Analysis

The Split in Israel's Biggest Hasidic Court Shows That No Rabbi Is Immune

First came the ultra-Orthodox online forums in the '90s, then it was social media and now WhatsApp groups, where followers are unafraid to criticize rabbis

Yaakov Alter at his grandson's wedding in Jerusalem, September 2019.
Gil Cohen Magen

“Don’t try to compare what’s happening in Ger to the rest of the ultra-Orthodox community,” said a veteran Gerrer Hasid this week. “It’s a closed and strange kingdom. It’s like a palace coup in North Korea. There’s no place like it and nothing to compare it with.”

That’s just how Gerrer Hasidim are. Even when they’re undergoing events similar to other dynasties, and succession battles are splitting their sect for the first time since its foundation in Poland 160 years ago, they insist they’re different and special.

Ger, also known as Gur, is special. The largest Hasidic court in Israel (and one of the three largest in the world along with Chabad and Satmar) has unparalleled political and financial power, and its thousands of Hasidim are ruled with an iron fist. It's a community with branches across Israel and in the United States and Europe, but with the characteristics of a closed cult where the leader dictates the most intimate details of the lives of his followers, who are dependent on him for everything. And yet, it's not that different.

The schism in Ger, which became final on the eve of the Simhat Torah holiday this week, was in the air for 24 years. It was there from the elevation of the current Gerrer rebbe, following the sudden death of his uncle, the previous admor — the master, teacher and rabbi.

The contrast between the current rebbe, Yaakov Alter, a cold and remote man, and the widespread popularity of his more accessible and relatively liberal cousin, Shaul Alter, the dean of the Ger Yeshiva, were the fault lines of the coming earthquake. If it hadn’t happened this year, it would have happened when Yaakov died, but Ger would have split not in two but in four or five competing courts of the rebbe's sons and nephews.

The split nearly took place 17 years ago when Yaakov forbade Shaul’s yeshiva to fundraise separately, and again four years ago when Yaakov suddenly ordered the yeshiva’s closure.

A schism was avoided then because it was impossible to gather a large enough group of rebels around Shaul. The Hasidim were simply too afraid to openly defy the rebbe, whose most devoted followers were known for their physical violence against dissenters. Cutting themselves off from the community that takes care of all their earthly and spiritual needs, housing, health care and education was a terrifying prospect.

“A Hasid who is thrown out of Ger simply has no life anymore. He needs to change everything and stand alone,” says one Hasid who has experienced it.

But now the schism is a reality in the life of the 80-year-old Yaakov, and hundreds of adult Hasidim openly joined Shaul’s prayers on Simhat Torah, while the smaller but financially significant Ger community in the United States is also aligning itself with Shaul.

This proves that actually Ger is not that different. It’s just like the other Hasidic courts that split. And it's like other major non-Hasidic institutes and dynasties such as the Ponevezh Yeshiva in Bnei Brak and the family of Rabbi Ovadia Yosef that broke up following the departure of the previous charismatic generation.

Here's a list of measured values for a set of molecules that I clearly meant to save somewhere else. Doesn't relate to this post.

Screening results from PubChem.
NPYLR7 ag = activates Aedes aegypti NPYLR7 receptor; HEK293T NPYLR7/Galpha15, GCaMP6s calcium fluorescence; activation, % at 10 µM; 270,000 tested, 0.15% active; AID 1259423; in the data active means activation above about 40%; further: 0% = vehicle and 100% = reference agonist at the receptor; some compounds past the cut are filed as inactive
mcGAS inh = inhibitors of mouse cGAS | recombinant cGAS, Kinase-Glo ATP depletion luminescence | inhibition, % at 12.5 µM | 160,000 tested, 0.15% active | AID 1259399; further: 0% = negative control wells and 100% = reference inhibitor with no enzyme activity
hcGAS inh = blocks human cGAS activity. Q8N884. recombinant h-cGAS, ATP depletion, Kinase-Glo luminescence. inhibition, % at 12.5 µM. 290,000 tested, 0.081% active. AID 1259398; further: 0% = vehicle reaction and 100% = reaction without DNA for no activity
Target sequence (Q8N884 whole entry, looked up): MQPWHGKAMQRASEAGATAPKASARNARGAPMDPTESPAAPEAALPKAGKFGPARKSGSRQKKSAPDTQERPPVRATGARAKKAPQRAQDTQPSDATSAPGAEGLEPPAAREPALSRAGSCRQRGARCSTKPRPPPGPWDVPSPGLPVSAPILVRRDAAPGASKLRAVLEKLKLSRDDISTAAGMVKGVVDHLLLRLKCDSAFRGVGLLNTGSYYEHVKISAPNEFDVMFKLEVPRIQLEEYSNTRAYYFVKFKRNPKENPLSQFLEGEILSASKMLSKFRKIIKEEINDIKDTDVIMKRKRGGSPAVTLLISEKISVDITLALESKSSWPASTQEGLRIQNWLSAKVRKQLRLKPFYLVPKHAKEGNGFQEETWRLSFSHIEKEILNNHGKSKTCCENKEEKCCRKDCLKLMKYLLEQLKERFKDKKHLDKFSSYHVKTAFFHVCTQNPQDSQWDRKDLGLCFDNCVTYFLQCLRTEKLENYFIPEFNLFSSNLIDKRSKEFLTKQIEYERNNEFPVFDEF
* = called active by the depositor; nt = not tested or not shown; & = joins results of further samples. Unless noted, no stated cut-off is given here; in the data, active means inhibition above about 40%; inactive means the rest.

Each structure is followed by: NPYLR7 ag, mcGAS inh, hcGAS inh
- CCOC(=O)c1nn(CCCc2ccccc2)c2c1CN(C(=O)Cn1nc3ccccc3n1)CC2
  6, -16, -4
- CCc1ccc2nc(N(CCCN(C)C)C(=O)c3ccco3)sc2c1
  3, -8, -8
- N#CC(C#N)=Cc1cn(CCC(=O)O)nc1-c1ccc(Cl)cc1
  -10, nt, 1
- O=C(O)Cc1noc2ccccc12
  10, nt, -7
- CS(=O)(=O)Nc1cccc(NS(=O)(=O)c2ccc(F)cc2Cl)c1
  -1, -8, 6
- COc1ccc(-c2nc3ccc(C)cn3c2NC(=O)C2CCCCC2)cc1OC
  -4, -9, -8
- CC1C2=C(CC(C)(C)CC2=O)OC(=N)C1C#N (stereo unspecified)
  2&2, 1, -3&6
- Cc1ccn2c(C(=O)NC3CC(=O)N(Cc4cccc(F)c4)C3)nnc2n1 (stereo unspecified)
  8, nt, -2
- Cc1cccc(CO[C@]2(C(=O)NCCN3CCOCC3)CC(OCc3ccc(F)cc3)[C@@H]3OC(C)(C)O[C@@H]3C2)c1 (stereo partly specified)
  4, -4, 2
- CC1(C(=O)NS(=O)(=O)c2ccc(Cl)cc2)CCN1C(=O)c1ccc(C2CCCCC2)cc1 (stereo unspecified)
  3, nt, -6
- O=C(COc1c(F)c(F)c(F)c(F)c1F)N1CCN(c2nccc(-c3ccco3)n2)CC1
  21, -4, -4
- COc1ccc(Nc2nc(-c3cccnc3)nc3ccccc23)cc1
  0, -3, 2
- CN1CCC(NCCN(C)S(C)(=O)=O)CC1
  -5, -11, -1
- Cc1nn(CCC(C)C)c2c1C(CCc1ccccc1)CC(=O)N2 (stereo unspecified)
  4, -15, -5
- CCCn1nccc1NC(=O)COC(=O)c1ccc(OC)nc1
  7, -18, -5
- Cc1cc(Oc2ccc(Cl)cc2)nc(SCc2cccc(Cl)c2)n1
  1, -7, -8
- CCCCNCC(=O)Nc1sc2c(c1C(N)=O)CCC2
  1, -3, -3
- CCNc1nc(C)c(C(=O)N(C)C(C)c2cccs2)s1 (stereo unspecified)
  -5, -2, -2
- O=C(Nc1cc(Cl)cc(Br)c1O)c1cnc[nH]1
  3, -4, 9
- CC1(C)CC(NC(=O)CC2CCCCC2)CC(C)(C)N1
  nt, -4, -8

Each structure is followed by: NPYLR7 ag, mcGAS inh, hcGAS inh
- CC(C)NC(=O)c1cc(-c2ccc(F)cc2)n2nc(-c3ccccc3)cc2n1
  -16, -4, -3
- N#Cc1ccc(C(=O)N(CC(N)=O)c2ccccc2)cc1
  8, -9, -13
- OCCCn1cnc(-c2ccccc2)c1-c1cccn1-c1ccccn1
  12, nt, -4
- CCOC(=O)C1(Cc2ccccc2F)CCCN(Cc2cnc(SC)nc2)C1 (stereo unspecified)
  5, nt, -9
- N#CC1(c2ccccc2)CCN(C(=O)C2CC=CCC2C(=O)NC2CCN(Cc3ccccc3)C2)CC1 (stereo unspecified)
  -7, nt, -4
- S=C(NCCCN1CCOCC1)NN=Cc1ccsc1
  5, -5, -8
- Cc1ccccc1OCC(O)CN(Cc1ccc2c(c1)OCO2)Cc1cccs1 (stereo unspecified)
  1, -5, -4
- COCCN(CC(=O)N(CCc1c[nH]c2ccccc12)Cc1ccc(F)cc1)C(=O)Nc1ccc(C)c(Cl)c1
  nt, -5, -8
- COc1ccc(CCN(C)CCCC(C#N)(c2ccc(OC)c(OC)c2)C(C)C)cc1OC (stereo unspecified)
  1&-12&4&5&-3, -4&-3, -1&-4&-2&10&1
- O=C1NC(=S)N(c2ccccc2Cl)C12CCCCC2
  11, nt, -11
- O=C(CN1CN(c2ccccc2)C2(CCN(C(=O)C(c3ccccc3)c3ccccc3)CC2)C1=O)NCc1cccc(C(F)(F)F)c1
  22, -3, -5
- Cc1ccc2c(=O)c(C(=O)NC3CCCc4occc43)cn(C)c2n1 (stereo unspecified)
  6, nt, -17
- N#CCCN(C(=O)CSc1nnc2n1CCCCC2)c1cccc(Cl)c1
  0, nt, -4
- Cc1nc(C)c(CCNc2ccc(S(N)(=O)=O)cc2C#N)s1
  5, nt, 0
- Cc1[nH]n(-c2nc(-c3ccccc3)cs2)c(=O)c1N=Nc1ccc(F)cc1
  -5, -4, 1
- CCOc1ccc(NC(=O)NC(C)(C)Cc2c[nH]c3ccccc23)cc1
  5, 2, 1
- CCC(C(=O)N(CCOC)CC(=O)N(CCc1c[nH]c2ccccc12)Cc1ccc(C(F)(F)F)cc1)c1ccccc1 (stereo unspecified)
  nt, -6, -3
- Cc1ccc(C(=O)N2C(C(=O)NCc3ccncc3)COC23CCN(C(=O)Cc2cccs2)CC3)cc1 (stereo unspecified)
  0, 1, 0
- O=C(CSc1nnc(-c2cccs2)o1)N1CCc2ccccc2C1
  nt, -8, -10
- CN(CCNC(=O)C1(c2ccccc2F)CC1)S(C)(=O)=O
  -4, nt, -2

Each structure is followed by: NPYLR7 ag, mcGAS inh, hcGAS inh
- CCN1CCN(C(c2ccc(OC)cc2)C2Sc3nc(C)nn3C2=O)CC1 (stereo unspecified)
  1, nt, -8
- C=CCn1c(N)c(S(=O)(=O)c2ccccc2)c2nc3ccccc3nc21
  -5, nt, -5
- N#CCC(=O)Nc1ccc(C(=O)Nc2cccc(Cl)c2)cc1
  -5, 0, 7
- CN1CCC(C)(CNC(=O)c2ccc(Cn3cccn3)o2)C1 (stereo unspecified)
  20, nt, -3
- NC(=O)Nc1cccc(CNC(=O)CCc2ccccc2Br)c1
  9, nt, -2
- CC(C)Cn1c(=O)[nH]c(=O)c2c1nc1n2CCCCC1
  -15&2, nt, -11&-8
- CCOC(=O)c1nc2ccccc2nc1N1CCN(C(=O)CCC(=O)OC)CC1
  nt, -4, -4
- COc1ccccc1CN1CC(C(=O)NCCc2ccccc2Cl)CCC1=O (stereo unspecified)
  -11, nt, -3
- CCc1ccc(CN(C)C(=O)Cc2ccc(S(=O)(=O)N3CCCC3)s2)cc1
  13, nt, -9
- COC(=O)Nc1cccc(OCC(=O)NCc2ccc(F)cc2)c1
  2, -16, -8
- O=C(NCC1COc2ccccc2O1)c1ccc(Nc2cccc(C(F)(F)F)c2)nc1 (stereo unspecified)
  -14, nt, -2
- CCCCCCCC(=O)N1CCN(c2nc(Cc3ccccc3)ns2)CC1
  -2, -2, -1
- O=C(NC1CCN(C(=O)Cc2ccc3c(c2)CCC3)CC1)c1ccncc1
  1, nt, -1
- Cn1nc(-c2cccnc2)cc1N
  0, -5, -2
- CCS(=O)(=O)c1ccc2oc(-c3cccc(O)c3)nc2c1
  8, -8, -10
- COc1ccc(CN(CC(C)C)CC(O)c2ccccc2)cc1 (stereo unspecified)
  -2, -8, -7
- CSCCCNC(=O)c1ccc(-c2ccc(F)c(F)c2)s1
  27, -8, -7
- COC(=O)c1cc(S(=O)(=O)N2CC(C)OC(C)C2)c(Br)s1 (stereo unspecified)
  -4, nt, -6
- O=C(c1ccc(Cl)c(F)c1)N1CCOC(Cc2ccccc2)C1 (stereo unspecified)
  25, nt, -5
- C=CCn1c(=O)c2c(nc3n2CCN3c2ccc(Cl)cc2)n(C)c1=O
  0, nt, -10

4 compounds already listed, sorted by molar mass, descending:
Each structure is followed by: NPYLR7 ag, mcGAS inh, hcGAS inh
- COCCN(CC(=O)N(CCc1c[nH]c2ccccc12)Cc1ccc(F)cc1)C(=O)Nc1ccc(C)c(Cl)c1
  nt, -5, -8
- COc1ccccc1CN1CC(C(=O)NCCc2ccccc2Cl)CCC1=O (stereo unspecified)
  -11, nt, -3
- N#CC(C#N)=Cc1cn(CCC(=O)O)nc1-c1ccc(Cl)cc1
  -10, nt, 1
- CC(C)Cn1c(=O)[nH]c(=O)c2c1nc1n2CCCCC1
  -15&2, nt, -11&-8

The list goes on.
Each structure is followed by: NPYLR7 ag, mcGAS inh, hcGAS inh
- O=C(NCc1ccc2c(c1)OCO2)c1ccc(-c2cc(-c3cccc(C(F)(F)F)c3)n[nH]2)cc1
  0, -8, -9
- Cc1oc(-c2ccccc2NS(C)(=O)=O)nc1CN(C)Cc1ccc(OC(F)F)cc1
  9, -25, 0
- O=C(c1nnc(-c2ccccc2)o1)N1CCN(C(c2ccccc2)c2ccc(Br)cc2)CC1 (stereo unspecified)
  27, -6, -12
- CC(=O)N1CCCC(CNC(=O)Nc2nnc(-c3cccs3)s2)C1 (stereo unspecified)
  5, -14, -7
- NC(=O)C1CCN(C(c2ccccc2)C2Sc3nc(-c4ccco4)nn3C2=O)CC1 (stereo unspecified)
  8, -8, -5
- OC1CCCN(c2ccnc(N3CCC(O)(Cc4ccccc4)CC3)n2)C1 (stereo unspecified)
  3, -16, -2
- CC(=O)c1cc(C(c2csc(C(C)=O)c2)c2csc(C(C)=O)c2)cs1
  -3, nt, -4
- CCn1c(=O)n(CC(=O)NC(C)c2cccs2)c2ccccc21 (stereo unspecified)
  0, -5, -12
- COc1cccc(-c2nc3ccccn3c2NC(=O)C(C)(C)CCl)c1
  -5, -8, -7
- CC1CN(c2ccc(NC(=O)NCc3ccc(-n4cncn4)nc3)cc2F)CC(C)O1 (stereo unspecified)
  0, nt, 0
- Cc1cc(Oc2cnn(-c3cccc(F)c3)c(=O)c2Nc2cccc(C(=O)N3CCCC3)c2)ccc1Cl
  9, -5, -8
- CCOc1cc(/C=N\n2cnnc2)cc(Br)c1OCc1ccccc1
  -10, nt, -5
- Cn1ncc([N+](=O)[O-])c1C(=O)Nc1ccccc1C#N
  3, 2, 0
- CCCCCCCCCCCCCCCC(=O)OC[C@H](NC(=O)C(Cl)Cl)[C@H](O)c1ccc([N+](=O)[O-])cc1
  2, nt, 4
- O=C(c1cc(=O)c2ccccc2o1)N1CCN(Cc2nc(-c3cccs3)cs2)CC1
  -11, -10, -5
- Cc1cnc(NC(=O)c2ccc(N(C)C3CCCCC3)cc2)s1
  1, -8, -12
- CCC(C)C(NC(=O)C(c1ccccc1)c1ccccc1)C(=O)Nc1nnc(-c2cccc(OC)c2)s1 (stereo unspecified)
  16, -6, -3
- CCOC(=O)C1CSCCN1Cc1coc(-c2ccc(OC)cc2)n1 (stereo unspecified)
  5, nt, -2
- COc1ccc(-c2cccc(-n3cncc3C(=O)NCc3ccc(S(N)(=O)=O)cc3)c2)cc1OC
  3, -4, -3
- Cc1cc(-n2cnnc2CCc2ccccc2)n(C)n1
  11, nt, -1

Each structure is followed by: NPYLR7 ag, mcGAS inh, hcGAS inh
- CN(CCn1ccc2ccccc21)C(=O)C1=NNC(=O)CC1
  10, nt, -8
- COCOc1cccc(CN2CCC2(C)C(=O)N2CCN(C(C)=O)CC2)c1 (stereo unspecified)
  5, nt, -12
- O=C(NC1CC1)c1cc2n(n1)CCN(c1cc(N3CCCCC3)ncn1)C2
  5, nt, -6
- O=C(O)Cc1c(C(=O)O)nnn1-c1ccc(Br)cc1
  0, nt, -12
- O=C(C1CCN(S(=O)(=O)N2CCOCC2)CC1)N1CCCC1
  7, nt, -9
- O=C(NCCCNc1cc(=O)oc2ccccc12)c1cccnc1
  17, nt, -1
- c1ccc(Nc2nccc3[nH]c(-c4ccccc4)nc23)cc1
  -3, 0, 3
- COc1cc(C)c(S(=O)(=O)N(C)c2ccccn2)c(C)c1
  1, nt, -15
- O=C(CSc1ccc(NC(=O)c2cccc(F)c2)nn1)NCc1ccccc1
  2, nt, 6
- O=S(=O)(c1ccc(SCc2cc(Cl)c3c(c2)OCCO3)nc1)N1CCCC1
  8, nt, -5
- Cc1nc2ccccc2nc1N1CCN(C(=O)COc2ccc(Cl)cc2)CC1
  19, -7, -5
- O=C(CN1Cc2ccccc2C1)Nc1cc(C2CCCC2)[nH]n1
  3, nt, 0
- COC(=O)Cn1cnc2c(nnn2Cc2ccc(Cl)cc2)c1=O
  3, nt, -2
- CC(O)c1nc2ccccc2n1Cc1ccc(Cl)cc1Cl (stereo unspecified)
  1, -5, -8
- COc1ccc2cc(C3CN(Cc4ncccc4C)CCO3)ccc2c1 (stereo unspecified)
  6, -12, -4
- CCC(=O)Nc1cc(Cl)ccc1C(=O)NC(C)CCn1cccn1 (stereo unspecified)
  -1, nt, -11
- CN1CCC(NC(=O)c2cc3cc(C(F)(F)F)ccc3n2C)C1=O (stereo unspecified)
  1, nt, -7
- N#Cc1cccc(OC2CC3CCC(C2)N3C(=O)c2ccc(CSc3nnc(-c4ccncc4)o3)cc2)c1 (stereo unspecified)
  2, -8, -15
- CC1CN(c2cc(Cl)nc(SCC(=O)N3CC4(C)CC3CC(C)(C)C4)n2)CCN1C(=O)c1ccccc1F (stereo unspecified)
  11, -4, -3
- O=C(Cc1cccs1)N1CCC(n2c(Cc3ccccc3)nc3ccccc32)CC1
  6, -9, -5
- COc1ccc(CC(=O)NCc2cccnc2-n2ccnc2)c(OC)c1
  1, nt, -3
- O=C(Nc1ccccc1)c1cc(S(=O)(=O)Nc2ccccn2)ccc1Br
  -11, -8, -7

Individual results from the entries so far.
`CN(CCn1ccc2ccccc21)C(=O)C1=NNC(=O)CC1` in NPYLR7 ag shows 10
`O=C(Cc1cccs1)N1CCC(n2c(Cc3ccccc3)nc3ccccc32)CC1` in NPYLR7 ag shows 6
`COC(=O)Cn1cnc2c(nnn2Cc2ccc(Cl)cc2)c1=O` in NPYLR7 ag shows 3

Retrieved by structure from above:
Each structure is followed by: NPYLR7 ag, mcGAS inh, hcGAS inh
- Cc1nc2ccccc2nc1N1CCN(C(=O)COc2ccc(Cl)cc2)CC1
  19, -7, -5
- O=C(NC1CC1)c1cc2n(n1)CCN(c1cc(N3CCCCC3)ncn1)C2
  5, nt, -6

Why are the rabbis of the 21st century different from their predecessors, the men who rebuilt the ultra-Orthodox communities after the Holocaust and their uprooting from Europe, North Africa and Iraq to Israel and America? There’s no reason to assume that those rabbis were wiser or more God-fearing.

But today’s rabbis operate in a radically different environment. The rabbis of old enjoyed an aura of holy mystery. In their day, the ultra-Orthodox media and any information regarding the rabbis could be controlled. It was easy to build myths from legends of their fantastic Torah scholarship and saintly ways. Uncomfortable details were known only to a select few and at most whispered in the local mikveh.

The internet changed all that. First came the ultra-Orthodox online forums in the '90s. Then it was social media, and in recent years WhatsApp groups. Every nasty rumor and inconvenient fact is out there, readily available to everyone.

The rabbis have been stripped of their holiness. Yaakov Alter could never become a legend in his life like his great uncle Yisrael, the so-called Beis Yisroel — the House of Israel — who rebuilt Ger after the war. Instead it was the stories of eccentricities and detachment that became associated with him.

“We have much more information than we ever had about the rebbes,” says one Ger Hasid. “And it’s not just what we know, it’s who's saying these things. It’s Hasidim on WhatsApp who aren't afraid to openly trash the rebbe.”

The court of Ger is still powerful. Thousands flocked to show their allegiance to the rebbe in Jerusalem this week. But if the Gerrer rebbe’s cousin can openly rebel and hundreds join him, no longer fearing the consequences, no rabbi is immune. They all must now appeal to popular opinion.

The generation of all-powerful rabbis has died out. Even the tiny handful of holy nonagenarians like Rabbi Chaim Kanievsky at 91, the current senior “Lithuanian” rabbi, have to be carefully packaged and sold to the public — which is why his boosters invented the title “minister of Torah” for him. The people just know too much about the rabbis and are no longer afraid of them.